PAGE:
Alex Delaney-Gesing
Assistant Editor

 Theft, burglary and violent crime are among the annual statistics that are now public information coming out of college and universities across the country. This marks the first year that this information has been made available to the public.

As required by the 1991 Jeanne Clery Disclosure of Campus Security Policy and Campus Crime Statistics Act (Clery Act), each institute submitting a report must disclose on-campus as well as nearby area incidents. Included in the report are the issuing of timely warnings pertaining to crimes, the creation of an emergency response, notification and testing policies, the compilation and reporting of an annual fire safety report as well as the enactment of policies and procedures to handle with missing students.

There has been a decrease in major criminal activity by 26 percent, according to the Columbus Dispatch. While this slight decrease is an accomplishment for Ohio colleges, the other 74 percent of criminal activity still remains a concern among students. Of the twelve University Partnership colleges at Lorain County Community College, all campuses have seen crimes with numbers ranging from single digits up into the hundreds.

With this data, varying factors must be kept in mind when considering the quantity of different crimes. Enrollment numbers and proportionality of males to females are just a few to recognize. With these statistics however, it becomes largely apparent that despite a superiority in academic status, no college is exempt from the manifestation of criminal activity.

Ohio colleges, community and universities alike, are no stranger to crime. Lorain County Community College is included in that category. While crime rates are not as high as its University Partnership colleges, there are still occasional occurrences that take place.

Between 2011 and 2013, LCCC’s main campus encountered six reportable offenses; one motor vehicle theft in 2011, one burglary in 2012 and four hate crimes in 2012. Thus far in 2014, eighteen crimes have been reported, all under the classification of larceny-theft and vandalism (with eight taking place this semester).

“Maintaining a safe learning and working environment is not only the responsibility of the Campus Security Office but everyone, including students,” said Keith Brown, LCCC’s director of campus security.

“We encourage our campus community members to maintain situational awareness and report suspicious behavior to security or a college official immediately. We try to encourage everyone to maintain possession of their valuables at all times.”

Despite being required to submit annual crime statistics to the federal government, this year was the first since the enactment of the Clery Law that the information was made accessible to the public. However, colleges across the nation not participating in federal financial aid programs are exempt from this law, as outlined in the Handbook for Campus Safety and Security Reporting provided by the U.S. Department of Education.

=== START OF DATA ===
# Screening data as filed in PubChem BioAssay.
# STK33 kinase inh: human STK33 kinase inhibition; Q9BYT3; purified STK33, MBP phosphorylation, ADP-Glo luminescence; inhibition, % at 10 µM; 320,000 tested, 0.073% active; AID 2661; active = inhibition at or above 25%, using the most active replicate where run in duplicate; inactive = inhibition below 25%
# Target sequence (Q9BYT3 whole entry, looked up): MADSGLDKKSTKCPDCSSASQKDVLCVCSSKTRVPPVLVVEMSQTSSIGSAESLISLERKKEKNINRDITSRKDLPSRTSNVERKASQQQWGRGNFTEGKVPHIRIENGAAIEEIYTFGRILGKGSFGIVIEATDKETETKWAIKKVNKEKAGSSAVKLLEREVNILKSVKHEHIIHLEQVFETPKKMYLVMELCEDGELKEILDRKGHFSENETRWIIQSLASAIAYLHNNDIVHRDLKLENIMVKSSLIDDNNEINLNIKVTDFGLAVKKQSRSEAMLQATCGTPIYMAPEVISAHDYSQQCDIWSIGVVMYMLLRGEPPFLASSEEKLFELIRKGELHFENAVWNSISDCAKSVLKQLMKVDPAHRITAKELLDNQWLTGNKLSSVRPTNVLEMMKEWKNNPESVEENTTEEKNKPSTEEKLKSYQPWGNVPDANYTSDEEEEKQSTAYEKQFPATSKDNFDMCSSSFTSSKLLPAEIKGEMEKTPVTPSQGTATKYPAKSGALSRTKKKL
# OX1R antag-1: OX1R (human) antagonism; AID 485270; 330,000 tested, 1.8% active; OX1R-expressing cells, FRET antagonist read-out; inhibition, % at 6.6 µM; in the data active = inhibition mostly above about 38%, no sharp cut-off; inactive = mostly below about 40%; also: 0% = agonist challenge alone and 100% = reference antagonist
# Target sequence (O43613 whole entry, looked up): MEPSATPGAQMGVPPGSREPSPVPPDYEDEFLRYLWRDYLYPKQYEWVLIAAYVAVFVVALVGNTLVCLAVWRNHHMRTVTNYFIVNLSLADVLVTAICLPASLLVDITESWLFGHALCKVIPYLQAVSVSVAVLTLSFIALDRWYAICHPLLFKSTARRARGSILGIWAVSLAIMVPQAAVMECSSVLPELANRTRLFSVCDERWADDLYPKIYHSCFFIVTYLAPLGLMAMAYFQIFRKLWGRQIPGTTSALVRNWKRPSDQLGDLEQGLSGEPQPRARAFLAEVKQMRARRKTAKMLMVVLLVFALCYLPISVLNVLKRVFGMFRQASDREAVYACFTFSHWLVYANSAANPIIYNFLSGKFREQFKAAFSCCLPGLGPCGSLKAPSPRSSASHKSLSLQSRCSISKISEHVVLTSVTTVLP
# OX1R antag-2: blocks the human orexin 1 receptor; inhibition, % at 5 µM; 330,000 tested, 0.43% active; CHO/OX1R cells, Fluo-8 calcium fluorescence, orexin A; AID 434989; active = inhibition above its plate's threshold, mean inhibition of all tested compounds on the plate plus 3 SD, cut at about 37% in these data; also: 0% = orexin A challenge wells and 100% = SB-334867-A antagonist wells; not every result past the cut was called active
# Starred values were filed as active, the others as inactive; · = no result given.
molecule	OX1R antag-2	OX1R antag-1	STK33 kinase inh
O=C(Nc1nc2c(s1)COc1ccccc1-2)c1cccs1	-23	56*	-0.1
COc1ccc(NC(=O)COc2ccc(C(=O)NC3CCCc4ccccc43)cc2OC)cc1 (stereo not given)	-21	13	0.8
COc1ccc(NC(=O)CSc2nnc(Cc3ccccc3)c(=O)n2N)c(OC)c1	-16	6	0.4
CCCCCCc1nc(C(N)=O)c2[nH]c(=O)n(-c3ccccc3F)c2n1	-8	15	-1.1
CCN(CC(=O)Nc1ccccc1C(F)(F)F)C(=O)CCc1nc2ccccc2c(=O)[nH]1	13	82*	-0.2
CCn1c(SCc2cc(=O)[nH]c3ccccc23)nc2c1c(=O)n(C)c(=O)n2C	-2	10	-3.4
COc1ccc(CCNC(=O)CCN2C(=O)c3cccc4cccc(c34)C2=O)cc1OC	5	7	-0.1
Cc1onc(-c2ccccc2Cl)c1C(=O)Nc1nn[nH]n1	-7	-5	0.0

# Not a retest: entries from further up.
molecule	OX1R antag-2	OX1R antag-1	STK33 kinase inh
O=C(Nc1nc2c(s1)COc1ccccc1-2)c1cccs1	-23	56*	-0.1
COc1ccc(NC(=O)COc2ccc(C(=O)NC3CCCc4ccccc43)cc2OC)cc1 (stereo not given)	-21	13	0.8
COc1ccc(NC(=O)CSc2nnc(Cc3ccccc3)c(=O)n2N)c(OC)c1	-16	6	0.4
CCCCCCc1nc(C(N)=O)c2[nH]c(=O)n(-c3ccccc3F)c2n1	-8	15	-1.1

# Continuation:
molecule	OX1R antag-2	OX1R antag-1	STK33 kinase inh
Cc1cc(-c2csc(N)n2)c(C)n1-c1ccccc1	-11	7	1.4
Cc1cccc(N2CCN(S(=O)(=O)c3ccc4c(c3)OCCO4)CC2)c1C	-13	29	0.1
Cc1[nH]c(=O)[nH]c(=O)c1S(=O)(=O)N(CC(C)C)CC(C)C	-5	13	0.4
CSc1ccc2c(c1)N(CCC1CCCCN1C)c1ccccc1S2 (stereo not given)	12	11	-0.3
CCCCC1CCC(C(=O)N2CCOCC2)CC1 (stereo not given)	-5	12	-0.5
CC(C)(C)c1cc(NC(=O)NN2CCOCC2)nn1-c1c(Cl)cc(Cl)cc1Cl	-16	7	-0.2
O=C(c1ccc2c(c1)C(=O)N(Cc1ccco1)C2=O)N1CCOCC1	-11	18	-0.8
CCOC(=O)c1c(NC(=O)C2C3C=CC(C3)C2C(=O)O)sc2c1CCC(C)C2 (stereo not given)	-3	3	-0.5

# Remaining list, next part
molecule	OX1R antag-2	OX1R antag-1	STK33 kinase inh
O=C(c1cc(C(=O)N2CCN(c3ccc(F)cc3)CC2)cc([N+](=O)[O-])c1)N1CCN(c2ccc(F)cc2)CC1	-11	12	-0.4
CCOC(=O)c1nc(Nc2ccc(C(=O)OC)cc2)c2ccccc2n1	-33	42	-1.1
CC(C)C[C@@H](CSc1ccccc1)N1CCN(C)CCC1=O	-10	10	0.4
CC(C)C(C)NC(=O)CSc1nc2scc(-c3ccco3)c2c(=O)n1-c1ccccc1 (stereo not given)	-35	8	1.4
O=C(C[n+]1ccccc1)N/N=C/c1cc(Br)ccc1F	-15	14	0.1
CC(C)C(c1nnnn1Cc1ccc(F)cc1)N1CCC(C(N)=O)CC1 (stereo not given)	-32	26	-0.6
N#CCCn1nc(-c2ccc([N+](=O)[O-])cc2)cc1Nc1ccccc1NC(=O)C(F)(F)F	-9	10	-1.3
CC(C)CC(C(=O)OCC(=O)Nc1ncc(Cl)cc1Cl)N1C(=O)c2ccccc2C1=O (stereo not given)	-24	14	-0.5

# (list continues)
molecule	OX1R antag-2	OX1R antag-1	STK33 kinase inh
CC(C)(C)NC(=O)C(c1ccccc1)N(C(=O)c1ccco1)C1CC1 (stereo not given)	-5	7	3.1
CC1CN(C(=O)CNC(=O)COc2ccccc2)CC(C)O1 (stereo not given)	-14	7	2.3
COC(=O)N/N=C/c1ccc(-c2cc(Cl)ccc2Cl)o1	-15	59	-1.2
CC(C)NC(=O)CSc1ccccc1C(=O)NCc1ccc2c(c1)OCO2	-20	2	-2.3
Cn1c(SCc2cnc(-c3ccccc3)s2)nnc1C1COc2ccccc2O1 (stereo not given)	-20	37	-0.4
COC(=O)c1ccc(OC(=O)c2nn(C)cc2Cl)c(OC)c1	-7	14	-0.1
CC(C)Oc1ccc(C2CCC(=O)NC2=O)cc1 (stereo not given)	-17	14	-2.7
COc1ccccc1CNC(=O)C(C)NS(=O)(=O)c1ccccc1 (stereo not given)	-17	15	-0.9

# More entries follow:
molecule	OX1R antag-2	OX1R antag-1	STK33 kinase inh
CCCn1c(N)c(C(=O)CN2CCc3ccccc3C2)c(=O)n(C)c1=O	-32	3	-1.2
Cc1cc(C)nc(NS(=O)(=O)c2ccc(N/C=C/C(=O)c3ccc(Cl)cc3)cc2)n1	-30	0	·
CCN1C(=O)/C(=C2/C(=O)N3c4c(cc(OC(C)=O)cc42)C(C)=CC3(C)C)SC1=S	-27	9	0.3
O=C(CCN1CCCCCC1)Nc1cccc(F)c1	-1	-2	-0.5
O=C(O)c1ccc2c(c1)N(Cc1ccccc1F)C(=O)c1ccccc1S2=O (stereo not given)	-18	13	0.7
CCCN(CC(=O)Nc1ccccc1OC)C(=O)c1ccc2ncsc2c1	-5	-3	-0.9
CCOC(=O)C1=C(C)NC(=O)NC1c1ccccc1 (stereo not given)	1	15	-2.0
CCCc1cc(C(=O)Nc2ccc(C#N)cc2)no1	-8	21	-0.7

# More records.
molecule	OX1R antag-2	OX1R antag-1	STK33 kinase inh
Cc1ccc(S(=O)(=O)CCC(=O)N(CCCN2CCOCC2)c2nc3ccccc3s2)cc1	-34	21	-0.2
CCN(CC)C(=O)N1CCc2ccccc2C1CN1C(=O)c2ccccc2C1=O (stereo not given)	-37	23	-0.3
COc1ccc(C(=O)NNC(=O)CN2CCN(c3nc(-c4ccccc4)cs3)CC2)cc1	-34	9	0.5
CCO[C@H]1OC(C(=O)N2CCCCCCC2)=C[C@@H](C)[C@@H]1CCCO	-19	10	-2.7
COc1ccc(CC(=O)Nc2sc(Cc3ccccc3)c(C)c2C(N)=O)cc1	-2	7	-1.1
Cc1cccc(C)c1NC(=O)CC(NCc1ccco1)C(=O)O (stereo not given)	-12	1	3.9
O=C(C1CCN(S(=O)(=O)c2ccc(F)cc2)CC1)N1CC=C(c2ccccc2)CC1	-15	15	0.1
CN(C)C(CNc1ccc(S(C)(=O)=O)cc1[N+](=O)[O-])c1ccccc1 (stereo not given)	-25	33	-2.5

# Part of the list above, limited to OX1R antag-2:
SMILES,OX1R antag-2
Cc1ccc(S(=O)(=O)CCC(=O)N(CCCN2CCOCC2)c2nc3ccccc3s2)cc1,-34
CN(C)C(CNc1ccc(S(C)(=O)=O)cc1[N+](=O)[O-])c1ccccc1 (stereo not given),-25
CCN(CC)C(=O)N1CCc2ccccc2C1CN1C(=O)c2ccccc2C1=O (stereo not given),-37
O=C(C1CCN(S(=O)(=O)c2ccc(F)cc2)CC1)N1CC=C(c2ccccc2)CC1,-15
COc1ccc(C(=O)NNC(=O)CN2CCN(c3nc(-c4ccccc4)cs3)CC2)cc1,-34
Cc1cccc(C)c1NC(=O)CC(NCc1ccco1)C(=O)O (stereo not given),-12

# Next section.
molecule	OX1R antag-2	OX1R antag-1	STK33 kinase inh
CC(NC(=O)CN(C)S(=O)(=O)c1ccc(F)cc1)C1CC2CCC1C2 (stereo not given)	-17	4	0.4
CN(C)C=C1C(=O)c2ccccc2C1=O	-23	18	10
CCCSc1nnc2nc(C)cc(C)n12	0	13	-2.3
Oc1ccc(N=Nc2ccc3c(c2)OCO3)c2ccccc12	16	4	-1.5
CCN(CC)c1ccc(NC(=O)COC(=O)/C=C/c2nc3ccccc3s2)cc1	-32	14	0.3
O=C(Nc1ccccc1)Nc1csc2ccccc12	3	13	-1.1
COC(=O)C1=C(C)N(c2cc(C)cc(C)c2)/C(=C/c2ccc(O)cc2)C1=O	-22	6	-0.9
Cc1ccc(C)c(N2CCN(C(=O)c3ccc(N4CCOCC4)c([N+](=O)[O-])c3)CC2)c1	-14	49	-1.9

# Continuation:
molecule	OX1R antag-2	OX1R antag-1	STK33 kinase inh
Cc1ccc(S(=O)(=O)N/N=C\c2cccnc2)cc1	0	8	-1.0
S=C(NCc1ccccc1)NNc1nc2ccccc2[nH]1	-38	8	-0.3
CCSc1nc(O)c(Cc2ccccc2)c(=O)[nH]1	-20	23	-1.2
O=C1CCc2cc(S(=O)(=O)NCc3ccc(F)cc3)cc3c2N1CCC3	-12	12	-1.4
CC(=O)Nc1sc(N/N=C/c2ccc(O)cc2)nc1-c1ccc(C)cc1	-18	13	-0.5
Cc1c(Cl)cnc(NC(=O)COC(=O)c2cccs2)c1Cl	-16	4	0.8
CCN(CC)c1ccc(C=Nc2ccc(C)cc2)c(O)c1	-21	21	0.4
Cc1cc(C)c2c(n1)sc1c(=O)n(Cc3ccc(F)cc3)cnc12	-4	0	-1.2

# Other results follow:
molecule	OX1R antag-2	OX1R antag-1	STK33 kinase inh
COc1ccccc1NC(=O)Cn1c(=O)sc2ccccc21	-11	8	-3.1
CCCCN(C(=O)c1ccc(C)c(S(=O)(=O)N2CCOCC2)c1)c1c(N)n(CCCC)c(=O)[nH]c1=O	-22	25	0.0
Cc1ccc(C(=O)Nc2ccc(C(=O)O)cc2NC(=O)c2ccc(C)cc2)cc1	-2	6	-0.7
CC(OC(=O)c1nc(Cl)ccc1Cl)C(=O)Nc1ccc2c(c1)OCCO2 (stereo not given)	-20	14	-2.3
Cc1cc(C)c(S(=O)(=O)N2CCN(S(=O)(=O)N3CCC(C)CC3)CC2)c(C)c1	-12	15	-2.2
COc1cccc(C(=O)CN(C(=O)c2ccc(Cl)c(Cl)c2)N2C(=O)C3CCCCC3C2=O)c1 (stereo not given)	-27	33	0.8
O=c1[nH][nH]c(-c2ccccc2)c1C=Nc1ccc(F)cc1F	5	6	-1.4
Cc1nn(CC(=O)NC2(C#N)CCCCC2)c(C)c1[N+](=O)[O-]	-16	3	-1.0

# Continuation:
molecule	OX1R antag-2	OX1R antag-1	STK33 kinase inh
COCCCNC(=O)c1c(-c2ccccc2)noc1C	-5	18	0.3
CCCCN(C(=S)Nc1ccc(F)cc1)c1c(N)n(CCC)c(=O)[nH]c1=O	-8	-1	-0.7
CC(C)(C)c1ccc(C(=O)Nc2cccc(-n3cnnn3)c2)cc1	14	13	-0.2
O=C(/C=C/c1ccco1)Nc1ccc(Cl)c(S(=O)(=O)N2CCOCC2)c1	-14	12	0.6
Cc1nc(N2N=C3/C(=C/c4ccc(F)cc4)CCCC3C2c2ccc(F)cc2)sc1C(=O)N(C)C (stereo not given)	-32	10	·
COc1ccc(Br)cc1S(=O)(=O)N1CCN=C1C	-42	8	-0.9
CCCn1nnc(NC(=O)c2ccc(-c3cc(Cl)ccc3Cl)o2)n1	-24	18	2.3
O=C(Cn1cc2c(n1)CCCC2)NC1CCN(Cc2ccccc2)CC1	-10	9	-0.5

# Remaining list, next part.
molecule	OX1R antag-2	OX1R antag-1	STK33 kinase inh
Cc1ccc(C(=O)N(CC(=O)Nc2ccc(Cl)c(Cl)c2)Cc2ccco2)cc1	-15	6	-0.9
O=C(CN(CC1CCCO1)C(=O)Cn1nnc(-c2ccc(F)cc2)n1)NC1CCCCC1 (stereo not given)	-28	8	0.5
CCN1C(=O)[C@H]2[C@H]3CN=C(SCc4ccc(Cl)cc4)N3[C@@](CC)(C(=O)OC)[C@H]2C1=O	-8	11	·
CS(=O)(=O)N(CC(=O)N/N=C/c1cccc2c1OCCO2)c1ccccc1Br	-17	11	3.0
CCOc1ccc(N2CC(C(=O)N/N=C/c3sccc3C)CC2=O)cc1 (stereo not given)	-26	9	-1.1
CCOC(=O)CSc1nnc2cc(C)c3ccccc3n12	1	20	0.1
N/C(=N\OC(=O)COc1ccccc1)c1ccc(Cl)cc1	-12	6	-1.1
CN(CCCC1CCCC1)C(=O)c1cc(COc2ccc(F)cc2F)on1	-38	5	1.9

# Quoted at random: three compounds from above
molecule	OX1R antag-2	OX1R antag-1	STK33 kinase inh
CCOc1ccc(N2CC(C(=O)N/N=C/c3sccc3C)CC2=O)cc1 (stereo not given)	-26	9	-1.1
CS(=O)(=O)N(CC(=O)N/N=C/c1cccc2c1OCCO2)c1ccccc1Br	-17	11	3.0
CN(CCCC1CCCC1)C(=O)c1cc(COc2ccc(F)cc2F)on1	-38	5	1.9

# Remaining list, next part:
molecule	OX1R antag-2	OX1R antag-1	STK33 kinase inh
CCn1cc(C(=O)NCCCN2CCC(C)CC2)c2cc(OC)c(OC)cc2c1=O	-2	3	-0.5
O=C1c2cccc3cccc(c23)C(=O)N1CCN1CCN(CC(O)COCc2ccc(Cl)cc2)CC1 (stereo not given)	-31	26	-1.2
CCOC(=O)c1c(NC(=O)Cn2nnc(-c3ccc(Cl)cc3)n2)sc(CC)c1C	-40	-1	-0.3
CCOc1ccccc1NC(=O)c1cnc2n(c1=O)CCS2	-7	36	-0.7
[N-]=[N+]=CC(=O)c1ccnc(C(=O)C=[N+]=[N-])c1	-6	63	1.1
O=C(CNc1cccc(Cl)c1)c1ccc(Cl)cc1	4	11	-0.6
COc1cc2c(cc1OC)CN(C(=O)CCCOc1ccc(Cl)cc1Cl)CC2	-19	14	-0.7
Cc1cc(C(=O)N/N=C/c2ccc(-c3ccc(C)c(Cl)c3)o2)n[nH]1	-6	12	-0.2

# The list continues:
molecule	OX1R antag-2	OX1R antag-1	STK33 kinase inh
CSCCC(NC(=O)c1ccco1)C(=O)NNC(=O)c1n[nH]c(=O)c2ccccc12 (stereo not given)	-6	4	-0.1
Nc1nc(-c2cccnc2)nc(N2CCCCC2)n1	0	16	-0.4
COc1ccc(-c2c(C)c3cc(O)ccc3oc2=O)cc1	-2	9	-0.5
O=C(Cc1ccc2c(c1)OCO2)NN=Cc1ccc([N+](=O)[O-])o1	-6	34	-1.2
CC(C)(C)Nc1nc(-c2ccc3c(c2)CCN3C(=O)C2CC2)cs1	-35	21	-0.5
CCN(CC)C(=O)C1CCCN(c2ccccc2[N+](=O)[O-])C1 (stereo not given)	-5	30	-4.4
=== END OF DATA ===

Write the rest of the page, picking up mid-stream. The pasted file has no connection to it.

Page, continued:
The most prevalent crimes on campus in Ohio include sexual assault and alcohol violations. These types of crimes has taken place on the majority of the UP college’s main campuses, as detailed in the 2014 annual campus crime statistics reports. Hate crimes are the most commonly reported on LCCC’s campus. Burglary is another standard crime reported at LCCC and its partnership colleges, but takes place more so on campuses like Bowling Green, which saw 172 cases between 2010 and 2012, Hiram (with a total of 73 between 2011 and 2013) and JCU(with 40 reports within the last 3 years).

From 2010 to 2012, the nation’s top five universities fell victim to some variation of criminal activity. In order of ranking, Williams College in Massachusetts had 26 cases of burglary, two cases of aggravated assault, five cases of arson, one motor vehicle theft and 23 cases of forcible sexual offenses on campus, according to the U.S. Department of Education’s Campus Safety and Security Data Analysis. Swarthmore College in Pennsylvania 25 burglaries, 24 forcible sexual offenses, 133 cases of larson and 88 liquor law arrests, according to the Swarthmore’s Department of Public Safety 2013 Crime Statistics report. At Stanford University in California, 54 cases of arson were reported, 63 cases of forcible sexual offenses, 14 cases of aggravated assault, five robberies and 297 burglaries. At Princeton University in Pennsylvania, 46 cases of forcible sexual assault, two cases of aggravated assault, four motor vehicle thefts, five cases of arson and 87 burglaries occurred on campus. At Massachusetts Institute of Technology in Cambridge, 16 cases of forcible sexual offenses, five robberies, three motor vehicle thefts and 43 burglaries took place on campus.